Rock Climbing

There are more than a dozen unique locations
to enjoy technical rock climbing in Taos County.

The Rio Grande Gorge features several rock climbing locations with panoramic desert vistas. The Sangre de Cristo (blood of Christ) mountain range features sweeping thousand-foot granite cliffs and forested hiking trails along rivers and streams. Twenty-seven miles west of town, Tres Piedras (three rocks) has some of the most pristine, yet easily accessible (a flat one minute walk from the car) beginner climbing terrain in the country. This is a great location to bring a family or larger group to experience the basics of this intriguing sport. For a more secluded destination venture up to the Questa Dome wilderness and enjoy bouldering on granite blocks or classic multi-pitch routes up an 800-foot granite dome. Find sustained, splitter cracks in a remote setting in the Wild Rivers Area of the Rio Grande Gorge.

Taos Rock guidebook author Jay Foley’s company, Mountain Skills Rock Guides, can provide all the equipment, teach the basics to someone who has never climbed, get a group or family out for a once-in-a-lifetime memorable outdoor adventure, or guide the most experienced climber up the area’s longest, most difficult cliffs. Find out more at 575-776-2222.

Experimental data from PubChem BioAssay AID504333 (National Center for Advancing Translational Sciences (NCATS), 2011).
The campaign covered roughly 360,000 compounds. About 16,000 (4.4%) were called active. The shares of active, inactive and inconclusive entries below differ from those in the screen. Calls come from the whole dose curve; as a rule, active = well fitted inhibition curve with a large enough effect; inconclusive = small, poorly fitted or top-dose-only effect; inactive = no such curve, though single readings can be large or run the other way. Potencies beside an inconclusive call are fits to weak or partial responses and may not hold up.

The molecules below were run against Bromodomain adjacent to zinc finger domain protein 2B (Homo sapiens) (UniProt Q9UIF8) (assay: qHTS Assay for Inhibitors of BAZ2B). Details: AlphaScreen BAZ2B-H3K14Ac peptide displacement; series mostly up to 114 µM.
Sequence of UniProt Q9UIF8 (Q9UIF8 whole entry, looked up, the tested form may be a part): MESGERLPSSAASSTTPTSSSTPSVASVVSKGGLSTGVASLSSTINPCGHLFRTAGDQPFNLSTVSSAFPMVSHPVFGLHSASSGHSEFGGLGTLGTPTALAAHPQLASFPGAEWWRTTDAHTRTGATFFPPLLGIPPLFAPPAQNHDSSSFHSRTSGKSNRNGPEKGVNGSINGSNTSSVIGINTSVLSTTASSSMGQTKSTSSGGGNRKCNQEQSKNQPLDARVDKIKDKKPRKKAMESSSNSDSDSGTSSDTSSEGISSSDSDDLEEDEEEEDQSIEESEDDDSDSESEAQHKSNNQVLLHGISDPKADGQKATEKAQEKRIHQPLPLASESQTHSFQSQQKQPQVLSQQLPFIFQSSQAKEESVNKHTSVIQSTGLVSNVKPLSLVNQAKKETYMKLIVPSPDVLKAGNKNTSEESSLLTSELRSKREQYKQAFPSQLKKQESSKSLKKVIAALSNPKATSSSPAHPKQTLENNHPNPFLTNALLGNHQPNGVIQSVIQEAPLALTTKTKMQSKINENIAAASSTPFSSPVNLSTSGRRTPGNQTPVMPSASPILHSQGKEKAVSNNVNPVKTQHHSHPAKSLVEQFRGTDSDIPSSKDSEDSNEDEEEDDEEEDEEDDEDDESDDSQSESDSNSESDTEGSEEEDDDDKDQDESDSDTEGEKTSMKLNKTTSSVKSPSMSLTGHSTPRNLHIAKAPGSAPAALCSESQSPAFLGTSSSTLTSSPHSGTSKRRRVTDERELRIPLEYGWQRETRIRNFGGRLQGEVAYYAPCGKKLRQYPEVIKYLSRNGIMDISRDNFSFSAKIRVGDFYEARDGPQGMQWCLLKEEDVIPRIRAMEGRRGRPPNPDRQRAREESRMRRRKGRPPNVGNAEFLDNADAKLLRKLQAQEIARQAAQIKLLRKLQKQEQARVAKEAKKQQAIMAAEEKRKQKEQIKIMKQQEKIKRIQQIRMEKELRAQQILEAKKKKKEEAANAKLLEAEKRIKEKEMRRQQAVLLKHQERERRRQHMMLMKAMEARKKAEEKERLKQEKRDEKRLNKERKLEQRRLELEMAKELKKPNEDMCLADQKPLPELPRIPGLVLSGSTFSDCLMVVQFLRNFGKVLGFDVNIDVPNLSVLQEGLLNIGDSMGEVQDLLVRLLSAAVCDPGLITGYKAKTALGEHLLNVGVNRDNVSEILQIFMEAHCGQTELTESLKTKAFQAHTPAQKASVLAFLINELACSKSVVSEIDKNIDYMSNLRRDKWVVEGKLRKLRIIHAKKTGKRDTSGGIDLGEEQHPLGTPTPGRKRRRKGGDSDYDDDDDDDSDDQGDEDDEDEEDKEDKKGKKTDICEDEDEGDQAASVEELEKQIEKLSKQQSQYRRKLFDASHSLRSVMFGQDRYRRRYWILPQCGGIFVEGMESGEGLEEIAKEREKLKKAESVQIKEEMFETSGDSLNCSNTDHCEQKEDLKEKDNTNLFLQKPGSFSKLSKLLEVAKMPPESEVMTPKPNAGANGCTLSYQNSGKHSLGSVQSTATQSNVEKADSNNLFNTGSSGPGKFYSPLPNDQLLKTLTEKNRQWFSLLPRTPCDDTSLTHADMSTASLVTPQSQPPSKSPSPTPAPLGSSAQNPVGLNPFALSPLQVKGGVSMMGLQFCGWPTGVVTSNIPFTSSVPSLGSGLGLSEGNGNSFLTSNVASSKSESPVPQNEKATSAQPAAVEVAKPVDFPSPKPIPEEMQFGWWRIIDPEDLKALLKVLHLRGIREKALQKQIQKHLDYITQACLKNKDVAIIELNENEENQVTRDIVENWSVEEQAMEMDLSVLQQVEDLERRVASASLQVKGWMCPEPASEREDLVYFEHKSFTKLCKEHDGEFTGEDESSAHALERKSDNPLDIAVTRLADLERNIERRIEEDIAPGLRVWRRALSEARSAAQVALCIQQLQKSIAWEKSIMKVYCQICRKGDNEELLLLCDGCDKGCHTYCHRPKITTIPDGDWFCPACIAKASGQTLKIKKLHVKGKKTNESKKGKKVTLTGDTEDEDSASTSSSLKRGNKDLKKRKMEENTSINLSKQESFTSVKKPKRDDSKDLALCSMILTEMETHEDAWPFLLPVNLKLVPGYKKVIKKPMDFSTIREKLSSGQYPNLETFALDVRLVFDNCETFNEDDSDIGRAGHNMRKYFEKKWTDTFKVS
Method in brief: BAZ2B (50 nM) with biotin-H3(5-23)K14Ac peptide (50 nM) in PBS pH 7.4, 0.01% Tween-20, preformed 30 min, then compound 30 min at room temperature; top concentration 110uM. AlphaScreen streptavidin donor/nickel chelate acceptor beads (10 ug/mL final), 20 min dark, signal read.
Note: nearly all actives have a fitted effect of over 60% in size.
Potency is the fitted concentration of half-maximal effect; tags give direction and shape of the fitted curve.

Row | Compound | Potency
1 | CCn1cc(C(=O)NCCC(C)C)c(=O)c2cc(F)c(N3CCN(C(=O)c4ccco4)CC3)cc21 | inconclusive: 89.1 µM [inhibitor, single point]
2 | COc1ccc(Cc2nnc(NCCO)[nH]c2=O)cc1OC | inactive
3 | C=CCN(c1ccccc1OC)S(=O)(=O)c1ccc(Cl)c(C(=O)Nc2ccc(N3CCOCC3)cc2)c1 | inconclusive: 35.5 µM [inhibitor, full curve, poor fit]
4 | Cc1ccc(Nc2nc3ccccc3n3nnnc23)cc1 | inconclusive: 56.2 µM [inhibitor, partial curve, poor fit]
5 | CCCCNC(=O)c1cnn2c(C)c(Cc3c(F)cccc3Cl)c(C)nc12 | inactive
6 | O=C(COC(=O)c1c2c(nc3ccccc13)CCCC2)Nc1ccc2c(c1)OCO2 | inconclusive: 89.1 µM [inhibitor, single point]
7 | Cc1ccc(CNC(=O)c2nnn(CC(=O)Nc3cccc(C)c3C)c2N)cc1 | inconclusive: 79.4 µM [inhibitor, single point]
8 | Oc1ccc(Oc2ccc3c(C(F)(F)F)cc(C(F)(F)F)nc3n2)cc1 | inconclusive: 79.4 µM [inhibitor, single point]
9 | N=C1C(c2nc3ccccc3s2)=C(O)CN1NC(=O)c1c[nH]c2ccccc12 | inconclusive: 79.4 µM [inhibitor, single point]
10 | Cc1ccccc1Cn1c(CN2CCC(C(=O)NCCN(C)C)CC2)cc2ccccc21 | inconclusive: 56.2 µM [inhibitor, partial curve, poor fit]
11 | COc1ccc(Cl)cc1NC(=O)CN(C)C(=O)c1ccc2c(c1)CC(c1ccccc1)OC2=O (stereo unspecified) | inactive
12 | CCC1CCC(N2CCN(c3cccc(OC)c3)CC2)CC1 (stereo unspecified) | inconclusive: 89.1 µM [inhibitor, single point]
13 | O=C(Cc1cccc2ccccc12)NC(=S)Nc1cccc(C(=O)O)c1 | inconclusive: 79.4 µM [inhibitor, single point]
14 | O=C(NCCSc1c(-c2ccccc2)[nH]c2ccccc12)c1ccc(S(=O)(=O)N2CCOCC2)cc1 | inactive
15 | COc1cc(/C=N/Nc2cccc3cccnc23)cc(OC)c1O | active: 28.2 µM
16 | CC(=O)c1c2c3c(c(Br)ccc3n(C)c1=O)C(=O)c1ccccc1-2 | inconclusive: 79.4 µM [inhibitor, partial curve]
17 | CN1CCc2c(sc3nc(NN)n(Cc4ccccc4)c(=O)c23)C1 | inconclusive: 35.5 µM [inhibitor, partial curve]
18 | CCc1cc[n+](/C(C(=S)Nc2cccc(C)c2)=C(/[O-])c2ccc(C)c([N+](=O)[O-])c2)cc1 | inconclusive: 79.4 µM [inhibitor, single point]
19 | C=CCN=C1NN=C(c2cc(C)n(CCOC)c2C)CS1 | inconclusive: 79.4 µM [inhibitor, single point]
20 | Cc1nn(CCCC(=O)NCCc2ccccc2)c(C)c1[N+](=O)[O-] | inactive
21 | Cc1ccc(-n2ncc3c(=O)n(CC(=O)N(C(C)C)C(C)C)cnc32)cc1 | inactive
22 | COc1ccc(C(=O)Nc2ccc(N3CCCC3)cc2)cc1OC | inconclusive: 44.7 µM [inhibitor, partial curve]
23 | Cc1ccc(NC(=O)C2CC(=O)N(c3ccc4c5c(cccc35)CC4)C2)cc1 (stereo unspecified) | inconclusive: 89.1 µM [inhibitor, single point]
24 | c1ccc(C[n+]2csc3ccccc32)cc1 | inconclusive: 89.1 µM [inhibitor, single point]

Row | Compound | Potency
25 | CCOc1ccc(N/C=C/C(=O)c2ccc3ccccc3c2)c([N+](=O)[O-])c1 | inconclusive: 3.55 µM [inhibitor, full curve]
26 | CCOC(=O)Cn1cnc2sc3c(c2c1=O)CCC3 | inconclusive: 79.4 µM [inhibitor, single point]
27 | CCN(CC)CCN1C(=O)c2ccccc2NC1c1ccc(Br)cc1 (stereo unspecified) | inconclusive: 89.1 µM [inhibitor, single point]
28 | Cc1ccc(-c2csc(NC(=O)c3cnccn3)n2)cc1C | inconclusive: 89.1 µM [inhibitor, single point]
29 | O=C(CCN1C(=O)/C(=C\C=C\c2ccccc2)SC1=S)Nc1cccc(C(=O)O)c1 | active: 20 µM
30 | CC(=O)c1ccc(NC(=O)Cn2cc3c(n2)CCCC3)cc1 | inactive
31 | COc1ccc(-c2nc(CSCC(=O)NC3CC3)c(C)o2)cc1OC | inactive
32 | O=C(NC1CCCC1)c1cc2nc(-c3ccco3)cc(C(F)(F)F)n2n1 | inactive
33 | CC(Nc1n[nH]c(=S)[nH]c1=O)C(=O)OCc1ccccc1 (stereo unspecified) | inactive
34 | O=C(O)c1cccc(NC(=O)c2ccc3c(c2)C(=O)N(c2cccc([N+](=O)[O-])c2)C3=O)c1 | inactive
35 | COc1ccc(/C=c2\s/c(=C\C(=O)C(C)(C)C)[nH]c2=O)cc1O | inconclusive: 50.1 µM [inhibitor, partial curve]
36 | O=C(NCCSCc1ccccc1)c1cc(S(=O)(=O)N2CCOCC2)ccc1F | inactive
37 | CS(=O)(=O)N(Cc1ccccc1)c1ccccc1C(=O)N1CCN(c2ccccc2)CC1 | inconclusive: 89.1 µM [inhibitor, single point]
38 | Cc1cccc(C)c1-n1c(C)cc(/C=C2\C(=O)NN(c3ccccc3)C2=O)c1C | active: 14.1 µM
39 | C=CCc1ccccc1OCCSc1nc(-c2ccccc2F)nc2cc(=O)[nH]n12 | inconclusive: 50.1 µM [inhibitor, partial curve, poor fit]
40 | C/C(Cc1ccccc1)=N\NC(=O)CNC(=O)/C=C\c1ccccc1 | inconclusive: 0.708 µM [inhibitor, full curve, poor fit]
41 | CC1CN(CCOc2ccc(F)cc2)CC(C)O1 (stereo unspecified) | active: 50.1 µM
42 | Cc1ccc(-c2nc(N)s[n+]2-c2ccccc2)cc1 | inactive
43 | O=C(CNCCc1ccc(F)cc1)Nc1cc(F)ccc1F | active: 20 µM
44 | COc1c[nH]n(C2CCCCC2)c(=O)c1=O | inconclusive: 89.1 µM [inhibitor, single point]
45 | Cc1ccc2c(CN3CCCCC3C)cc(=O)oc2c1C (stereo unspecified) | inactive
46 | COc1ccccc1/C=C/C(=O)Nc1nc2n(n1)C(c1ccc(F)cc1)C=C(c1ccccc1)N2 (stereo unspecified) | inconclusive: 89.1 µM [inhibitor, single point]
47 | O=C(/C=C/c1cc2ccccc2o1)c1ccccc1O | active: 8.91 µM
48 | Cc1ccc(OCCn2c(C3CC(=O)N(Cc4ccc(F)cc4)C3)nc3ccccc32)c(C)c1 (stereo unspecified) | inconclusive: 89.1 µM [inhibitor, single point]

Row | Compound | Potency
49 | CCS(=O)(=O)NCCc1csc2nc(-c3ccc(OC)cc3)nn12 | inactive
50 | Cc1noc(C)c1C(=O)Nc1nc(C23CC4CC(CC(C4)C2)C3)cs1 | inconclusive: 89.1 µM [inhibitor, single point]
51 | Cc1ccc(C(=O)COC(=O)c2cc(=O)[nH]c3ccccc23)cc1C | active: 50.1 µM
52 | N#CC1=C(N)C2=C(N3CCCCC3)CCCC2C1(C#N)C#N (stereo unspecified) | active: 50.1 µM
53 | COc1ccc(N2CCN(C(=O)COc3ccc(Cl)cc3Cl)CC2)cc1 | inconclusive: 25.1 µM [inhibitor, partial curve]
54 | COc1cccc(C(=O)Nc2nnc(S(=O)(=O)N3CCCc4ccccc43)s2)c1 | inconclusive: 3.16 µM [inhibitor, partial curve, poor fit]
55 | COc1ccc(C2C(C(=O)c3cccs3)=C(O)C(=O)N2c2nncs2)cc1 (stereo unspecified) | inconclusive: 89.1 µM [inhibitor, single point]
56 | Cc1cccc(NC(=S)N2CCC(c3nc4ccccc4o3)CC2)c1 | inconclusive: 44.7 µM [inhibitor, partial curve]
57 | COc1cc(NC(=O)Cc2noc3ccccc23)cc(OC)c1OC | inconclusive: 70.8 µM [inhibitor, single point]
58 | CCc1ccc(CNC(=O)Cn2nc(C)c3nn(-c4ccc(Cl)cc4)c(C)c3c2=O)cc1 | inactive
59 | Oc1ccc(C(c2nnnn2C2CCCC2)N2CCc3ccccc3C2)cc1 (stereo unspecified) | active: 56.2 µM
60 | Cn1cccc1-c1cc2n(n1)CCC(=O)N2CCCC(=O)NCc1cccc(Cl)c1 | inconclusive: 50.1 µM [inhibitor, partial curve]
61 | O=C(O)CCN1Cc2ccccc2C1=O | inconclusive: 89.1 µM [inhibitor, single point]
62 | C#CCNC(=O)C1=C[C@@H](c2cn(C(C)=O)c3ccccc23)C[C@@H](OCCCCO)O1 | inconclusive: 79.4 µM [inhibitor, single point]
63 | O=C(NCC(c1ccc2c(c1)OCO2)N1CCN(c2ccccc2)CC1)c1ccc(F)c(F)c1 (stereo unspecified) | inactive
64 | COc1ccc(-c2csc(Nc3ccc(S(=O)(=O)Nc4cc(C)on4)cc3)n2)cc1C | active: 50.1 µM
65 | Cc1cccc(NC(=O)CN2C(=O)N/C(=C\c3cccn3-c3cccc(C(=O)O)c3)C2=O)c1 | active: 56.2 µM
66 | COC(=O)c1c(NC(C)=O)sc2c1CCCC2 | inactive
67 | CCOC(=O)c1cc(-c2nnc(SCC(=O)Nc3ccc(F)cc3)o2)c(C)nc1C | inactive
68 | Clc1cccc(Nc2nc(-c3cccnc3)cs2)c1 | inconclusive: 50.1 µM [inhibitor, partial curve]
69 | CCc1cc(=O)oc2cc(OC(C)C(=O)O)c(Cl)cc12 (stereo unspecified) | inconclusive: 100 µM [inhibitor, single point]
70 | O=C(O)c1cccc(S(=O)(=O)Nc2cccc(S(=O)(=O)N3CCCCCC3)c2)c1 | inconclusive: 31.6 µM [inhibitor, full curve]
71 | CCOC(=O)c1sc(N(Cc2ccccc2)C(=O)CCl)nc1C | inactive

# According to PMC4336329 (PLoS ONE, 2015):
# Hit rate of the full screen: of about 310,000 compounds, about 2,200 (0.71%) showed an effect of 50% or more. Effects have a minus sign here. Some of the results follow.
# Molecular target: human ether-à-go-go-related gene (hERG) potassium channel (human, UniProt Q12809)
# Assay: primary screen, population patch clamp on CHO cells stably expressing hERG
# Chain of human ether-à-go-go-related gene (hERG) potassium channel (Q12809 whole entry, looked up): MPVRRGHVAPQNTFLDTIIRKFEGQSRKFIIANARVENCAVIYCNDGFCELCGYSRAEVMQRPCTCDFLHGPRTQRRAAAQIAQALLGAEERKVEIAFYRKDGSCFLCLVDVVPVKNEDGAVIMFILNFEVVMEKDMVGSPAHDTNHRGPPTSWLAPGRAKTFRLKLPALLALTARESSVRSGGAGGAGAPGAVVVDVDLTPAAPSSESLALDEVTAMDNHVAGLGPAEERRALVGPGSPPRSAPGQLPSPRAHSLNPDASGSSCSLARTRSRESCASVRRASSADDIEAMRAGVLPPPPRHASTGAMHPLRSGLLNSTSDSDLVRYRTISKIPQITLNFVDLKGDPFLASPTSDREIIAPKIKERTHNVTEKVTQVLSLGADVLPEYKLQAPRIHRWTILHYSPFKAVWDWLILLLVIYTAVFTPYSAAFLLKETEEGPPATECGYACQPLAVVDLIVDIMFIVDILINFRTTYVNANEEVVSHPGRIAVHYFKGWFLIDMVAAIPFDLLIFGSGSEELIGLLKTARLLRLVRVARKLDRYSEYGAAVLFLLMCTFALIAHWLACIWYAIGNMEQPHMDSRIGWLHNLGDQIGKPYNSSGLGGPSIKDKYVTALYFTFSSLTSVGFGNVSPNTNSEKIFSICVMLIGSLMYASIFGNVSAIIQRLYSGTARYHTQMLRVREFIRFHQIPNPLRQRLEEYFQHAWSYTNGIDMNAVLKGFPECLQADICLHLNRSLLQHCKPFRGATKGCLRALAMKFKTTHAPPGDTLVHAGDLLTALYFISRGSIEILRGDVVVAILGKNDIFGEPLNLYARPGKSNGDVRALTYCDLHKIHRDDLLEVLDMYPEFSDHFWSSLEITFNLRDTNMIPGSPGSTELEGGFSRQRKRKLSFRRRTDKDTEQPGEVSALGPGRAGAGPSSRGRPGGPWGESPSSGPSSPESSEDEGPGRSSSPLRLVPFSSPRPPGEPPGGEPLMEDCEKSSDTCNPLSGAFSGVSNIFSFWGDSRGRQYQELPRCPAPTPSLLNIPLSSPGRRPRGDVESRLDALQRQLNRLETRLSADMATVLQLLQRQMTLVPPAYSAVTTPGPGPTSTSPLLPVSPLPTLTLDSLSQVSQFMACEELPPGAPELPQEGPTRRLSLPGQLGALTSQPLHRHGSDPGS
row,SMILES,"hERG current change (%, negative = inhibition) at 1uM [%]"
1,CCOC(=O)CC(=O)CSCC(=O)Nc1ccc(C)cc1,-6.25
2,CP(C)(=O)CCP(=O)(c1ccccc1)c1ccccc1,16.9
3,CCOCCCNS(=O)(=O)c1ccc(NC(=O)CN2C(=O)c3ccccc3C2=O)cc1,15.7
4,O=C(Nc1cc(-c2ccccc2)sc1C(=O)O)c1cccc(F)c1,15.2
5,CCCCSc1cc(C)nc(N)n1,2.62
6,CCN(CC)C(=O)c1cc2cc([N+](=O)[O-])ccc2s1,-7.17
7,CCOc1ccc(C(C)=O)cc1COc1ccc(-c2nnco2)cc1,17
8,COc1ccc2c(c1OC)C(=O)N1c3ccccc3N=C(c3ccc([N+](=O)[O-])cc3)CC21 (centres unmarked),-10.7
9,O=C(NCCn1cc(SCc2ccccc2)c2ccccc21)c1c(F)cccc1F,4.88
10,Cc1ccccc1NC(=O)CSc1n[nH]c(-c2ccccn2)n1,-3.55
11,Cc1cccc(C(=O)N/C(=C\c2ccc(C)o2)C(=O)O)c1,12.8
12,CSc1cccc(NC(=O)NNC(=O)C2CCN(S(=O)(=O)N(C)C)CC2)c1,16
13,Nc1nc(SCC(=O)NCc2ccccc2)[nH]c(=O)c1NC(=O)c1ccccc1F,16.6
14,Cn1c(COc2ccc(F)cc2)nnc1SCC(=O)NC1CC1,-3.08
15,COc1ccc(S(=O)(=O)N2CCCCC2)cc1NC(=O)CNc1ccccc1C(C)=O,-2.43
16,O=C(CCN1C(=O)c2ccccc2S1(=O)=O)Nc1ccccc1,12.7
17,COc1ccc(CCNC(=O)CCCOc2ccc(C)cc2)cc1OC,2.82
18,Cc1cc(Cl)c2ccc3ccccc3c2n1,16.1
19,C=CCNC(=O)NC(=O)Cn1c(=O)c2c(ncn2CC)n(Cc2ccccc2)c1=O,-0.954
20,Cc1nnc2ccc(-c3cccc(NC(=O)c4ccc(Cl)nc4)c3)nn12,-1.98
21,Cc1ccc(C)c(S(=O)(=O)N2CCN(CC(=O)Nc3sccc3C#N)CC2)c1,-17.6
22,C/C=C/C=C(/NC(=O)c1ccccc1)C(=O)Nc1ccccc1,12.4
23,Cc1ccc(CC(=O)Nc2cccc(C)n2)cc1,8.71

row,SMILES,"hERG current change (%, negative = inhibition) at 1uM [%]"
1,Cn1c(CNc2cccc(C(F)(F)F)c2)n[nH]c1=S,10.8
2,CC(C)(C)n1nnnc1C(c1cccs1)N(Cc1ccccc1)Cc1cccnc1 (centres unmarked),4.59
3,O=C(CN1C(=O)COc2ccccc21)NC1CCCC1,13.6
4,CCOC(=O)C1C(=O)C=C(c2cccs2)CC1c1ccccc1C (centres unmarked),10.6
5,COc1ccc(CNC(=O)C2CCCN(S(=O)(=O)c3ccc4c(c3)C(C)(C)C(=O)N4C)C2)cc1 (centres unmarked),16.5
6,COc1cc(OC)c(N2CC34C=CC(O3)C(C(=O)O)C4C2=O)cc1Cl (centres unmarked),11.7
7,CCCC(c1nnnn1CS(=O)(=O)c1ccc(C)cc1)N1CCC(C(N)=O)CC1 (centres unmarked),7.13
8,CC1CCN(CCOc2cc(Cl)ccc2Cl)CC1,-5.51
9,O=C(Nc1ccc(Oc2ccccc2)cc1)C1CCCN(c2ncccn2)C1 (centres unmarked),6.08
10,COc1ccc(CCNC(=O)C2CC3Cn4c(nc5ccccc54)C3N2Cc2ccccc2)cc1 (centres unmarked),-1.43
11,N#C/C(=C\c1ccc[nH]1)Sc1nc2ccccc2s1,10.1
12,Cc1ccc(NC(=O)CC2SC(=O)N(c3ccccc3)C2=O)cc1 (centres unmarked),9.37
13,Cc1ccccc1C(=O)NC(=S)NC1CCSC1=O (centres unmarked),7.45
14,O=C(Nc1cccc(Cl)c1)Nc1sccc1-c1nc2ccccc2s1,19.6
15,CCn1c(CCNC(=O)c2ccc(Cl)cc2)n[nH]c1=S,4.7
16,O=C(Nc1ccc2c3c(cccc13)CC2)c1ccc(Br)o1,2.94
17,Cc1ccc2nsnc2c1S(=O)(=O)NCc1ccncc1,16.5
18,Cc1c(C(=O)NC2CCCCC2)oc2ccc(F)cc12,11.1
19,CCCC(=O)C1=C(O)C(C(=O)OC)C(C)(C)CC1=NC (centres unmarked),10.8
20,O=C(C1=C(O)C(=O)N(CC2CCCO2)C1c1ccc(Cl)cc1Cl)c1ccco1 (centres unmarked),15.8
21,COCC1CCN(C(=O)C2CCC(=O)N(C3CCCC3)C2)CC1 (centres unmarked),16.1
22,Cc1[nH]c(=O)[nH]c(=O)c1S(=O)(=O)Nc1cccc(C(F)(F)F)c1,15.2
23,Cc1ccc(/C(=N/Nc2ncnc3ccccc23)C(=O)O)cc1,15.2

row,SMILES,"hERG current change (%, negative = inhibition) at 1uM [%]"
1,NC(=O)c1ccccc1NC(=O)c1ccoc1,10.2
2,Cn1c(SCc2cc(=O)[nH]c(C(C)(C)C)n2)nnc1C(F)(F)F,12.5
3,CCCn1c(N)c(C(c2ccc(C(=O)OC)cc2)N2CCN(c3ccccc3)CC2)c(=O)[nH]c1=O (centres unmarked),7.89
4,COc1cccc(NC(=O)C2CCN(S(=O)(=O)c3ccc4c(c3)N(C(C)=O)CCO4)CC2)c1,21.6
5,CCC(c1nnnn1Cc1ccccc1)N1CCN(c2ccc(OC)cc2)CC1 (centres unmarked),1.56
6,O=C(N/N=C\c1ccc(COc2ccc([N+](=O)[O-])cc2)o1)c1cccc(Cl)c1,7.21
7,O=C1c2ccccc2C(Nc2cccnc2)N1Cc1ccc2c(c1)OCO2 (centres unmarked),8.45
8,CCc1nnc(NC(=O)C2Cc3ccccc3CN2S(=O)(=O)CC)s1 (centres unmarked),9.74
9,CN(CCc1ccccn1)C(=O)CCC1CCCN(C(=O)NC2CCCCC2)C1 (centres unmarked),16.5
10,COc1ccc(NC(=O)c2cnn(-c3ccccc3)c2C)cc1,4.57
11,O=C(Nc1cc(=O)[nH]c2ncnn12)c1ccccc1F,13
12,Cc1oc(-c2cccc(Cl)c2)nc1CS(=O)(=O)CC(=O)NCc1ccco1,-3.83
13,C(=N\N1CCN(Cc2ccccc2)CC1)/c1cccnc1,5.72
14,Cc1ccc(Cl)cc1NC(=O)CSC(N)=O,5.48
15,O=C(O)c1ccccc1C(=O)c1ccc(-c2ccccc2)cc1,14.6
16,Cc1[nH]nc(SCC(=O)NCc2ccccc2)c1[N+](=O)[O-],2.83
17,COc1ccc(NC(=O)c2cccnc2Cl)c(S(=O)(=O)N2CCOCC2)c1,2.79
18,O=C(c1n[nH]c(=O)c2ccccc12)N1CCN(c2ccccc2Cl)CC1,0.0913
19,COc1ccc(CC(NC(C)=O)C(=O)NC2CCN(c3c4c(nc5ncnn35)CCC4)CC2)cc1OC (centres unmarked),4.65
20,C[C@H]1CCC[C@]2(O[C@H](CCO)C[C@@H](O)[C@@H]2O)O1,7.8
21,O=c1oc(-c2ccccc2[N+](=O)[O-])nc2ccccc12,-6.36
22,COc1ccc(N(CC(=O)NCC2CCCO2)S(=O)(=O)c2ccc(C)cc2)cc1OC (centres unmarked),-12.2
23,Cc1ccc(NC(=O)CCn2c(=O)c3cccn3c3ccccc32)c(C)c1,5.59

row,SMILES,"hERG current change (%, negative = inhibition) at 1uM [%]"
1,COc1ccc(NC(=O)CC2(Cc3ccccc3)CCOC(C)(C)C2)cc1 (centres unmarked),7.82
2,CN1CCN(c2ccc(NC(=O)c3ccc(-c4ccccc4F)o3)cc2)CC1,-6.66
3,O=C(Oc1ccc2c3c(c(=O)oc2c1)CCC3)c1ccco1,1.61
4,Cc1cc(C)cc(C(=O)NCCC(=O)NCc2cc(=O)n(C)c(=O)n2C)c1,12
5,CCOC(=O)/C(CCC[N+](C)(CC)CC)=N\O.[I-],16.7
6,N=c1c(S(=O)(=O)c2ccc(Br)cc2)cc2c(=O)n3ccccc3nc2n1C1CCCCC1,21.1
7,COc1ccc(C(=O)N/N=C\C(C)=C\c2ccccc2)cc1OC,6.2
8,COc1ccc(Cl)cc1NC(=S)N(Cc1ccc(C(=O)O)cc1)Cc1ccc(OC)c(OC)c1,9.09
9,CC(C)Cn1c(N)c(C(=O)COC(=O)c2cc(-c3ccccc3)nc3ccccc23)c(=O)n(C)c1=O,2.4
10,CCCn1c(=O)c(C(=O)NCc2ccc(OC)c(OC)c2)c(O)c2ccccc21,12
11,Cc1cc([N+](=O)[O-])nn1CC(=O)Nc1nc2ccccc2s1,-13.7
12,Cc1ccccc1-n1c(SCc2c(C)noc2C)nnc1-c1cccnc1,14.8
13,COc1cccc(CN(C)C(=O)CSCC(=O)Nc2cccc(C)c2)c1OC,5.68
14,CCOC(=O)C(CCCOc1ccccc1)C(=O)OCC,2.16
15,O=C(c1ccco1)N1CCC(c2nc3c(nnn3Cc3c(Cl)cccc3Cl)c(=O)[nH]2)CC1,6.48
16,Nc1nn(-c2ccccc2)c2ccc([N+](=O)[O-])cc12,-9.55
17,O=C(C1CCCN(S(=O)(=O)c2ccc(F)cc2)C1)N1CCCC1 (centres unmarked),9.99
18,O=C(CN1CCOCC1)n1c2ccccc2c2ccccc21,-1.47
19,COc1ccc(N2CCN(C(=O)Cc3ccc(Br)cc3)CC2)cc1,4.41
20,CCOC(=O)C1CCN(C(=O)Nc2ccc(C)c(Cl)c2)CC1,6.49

Taos also has more than one outdoor climbing store to help you get started. Check out the Taos Mountain Outfitters located on Taos Plaza. There you can get advice, purchase area maps, guidebooks, outdoor gear, and check out the latest fashion for your next Taos outdoor adventure. The Mudd N Flood shop, on Bent Street, also offers some of these services.

Taos Rock Climbing in the Media
Taos rock climbing and Mountain Skills Rock Guides are the September 2009 featured cover story in the international publication, Climbing Magazine. The cover headline, printed over a color photo of pristine granite soaring above the Taos Mesa, reads “Taos, Believe It! Northern New Mexico’s World-Class Climbing.” No doubt Native Americans and other early inhabitants have been scaling low angle area cliffs for centuries. Taos technical rock climbing dates back to the early seventies when some of the major mountain cliffs were conquered safely with ropes and harnesses. Despite these early ascents, Taos rock climbing has enjoyed years of obscurity. However, with the appearance of Taos on the cover of Falcon Press’ 1996 Guide to Rock Climbing in Texas and New Mexico, the 2005 release of Jay Foley’s Taos Rock (Sharp End Press), the area’s first comprehensive guidebook, and Climbing Magazine’s editor in chief’s cover article “documenting this recently exploding climbing Mecca,” Taos rock climbing is no longer a secret.

Information provided by Taos News

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